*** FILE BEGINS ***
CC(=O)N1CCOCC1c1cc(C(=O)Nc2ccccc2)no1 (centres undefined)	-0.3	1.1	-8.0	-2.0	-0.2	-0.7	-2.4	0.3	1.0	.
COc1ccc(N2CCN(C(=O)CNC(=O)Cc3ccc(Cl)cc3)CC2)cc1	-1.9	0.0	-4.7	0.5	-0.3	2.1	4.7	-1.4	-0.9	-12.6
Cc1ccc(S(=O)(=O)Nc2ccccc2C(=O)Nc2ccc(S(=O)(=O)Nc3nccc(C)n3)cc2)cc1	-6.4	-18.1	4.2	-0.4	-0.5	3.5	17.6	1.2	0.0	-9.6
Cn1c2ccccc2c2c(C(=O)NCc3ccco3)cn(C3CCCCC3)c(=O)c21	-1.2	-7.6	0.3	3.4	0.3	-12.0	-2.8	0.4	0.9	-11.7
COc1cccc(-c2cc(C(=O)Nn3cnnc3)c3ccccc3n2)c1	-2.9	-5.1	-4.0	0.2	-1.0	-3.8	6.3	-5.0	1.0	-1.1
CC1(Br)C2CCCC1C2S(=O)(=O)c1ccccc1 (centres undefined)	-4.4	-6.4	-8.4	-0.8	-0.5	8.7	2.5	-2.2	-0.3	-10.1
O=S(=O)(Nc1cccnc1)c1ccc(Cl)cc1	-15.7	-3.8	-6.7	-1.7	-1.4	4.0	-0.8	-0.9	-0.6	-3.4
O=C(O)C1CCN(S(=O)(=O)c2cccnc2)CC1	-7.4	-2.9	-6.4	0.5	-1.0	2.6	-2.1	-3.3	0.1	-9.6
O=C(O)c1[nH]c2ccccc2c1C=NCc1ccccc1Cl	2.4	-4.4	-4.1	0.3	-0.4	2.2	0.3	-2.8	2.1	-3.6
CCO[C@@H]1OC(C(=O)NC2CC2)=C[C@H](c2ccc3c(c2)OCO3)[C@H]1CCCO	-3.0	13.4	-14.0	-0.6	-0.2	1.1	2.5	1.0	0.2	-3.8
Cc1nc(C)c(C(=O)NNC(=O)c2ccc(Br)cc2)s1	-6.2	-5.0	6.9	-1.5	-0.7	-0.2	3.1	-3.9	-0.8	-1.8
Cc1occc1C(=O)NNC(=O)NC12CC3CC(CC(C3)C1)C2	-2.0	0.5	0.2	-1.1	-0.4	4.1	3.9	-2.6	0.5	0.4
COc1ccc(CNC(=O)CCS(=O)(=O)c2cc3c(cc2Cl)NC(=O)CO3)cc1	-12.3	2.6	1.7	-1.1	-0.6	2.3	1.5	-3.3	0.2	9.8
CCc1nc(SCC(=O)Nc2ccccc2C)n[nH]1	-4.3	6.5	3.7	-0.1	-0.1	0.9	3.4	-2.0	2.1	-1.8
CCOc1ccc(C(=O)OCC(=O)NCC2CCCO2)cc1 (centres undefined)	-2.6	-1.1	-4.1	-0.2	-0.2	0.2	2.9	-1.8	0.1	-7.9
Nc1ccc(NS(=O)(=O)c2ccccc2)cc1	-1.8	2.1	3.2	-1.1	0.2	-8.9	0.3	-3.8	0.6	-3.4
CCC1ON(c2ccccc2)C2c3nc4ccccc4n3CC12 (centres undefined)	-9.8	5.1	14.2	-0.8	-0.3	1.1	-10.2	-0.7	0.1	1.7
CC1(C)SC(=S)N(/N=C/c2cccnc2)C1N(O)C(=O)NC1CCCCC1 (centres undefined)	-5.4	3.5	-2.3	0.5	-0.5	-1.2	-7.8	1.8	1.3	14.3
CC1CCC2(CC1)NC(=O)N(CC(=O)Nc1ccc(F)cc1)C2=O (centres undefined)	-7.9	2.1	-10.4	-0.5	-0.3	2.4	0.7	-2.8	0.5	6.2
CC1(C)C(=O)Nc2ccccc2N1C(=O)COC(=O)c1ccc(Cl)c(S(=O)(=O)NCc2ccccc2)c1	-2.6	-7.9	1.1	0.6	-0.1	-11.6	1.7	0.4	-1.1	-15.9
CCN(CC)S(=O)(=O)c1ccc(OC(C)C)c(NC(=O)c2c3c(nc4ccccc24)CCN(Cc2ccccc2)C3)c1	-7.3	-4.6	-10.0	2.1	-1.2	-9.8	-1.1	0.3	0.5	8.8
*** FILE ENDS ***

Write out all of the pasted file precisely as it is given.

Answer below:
CC(=O)N1CCOCC1c1cc(C(=O)Nc2ccccc2)no1 (centres undefined)	-0.3	1.1	-8.0	-2.0	-0.2	-0.7	-2.4	0.3	1.0	.
COc1ccc(N2CCN(C(=O)CNC(=O)Cc3ccc(Cl)cc3)CC2)cc1	-1.9	0.0	-4.7	0.5	-0.3	2.1	4.7	-1.4	-0.9	-12.6
Cc1ccc(S(=O)(=O)Nc2ccccc2C(=O)Nc2ccc(S(=O)(=O)Nc3nccc(C)n3)cc2)cc1	-6.4	-18.1	4.2	-0.4	-0.5	3.5	17.6	1.2	0.0	-9.6
Cn1c2ccccc2c2c(C(=O)NCc3ccco3)cn(C3CCCCC3)c(=O)c21	-1.2	-7.6	0.3	3.4	0.3	-12.0	-2.8	0.4	0.9	-11.7
COc1cccc(-c2cc(C(=O)Nn3cnnc3)c3ccccc3n2)c1	-2.9	-5.1	-4.0	0.2	-1.0	-3.8	6.3	-5.0	1.0	-1.1
CC1(Br)C2CCCC1C2S(=O)(=O)c1ccccc1 (centres undefined)	-4.4	-6.4	-8.4	-0.8	-0.5	8.7	2.5	-2.2	-0.3	-10.1
O=S(=O)(Nc1cccnc1)c1ccc(Cl)cc1	-15.7	-3.8	-6.7	-1.7	-1.4	4.0	-0.8	-0.9	-0.6	-3.4
O=C(O)C1CCN(S(=O)(=O)c2cccnc2)CC1	-7.4	-2.9	-6.4	0.5	-1.0	2.6	-2.1	-3.3	0.1	-9.6
O=C(O)c1[nH]c2ccccc2c1C=NCc1ccccc1Cl	2.4	-4.4	-4.1	0.3	-0.4	2.2	0.3	-2.8	2.1	-3.6
CCO[C@@H]1OC(C(=O)NC2CC2)=C[C@H](c2ccc3c(c2)OCO3)[C@H]1CCCO	-3.0	13.4	-14.0	-0.6	-0.2	1.1	2.5	1.0	0.2	-3.8
Cc1nc(C)c(C(=O)NNC(=O)c2ccc(Br)cc2)s1	-6.2	-5.0	6.9	-1.5	-0.7	-0.2	3.1	-3.9	-0.8	-1.8
Cc1occc1C(=O)NNC(=O)NC12CC3CC(CC(C3)C1)C2	-2.0	0.5	0.2	-1.1	-0.4	4.1	3.9	-2.6	0.5	0.4
COc1ccc(CNC(=O)CCS(=O)(=O)c2cc3c(cc2Cl)NC(=O)CO3)cc1	-12.3	2.6	1.7	-1.1	-0.6	2.3	1.5	-3.3	0.2	9.8
CCc1nc(SCC(=O)Nc2ccccc2C)n[nH]1	-4.3	6.5	3.7	-0.1	-0.1	0.9	3.4	-2.0	2.1	-1.8
CCOc1ccc(C(=O)OCC(=O)NCC2CCCO2)cc1 (centres undefined)	-2.6	-1.1	-4.1	-0.2	-0.2	0.2	2.9	-1.8	0.1	-7.9
Nc1ccc(NS(=O)(=O)c2ccccc2)cc1	-1.8	2.1	3.2	-1.1	0.2	-8.9	0.3	-3.8	0.6	-3.4
CCC1ON(c2ccccc2)C2c3nc4ccccc4n3CC12 (centres undefined)	-9.8	5.1	14.2	-0.8	-0.3	1.1	-10.2	-0.7	0.1	1.7
CC1(C)SC(=S)N(/N=C/c2cccnc2)C1N(O)C(=O)NC1CCCCC1 (centres undefined)	-5.4	3.5	-2.3	0.5	-0.5	-1.2	-7.8	1.8	1.3	14.3
CC1CCC2(CC1)NC(=O)N(CC(=O)Nc1ccc(F)cc1)C2=O (centres undefined)	-7.9	2.1	-10.4	-0.5	-0.3	2.4	0.7	-2.8	0.5	6.2
CC1(C)C(=O)Nc2ccccc2N1C(=O)COC(=O)c1ccc(Cl)c(S(=O)(=O)NCc2ccccc2)c1	-2.6	-7.9	1.1	0.6	-0.1	-11.6	1.7	0.4	-1.1	-15.9
CCN(CC)S(=O)(=O)c1ccc(OC(C)C)c(NC(=O)c2c3c(nc4ccccc24)CCN(Cc2ccccc2)C3)c1	-7.3	-4.6	-10.0	2.1	-1.2	-9.8	-1.1	0.3	0.5	8.8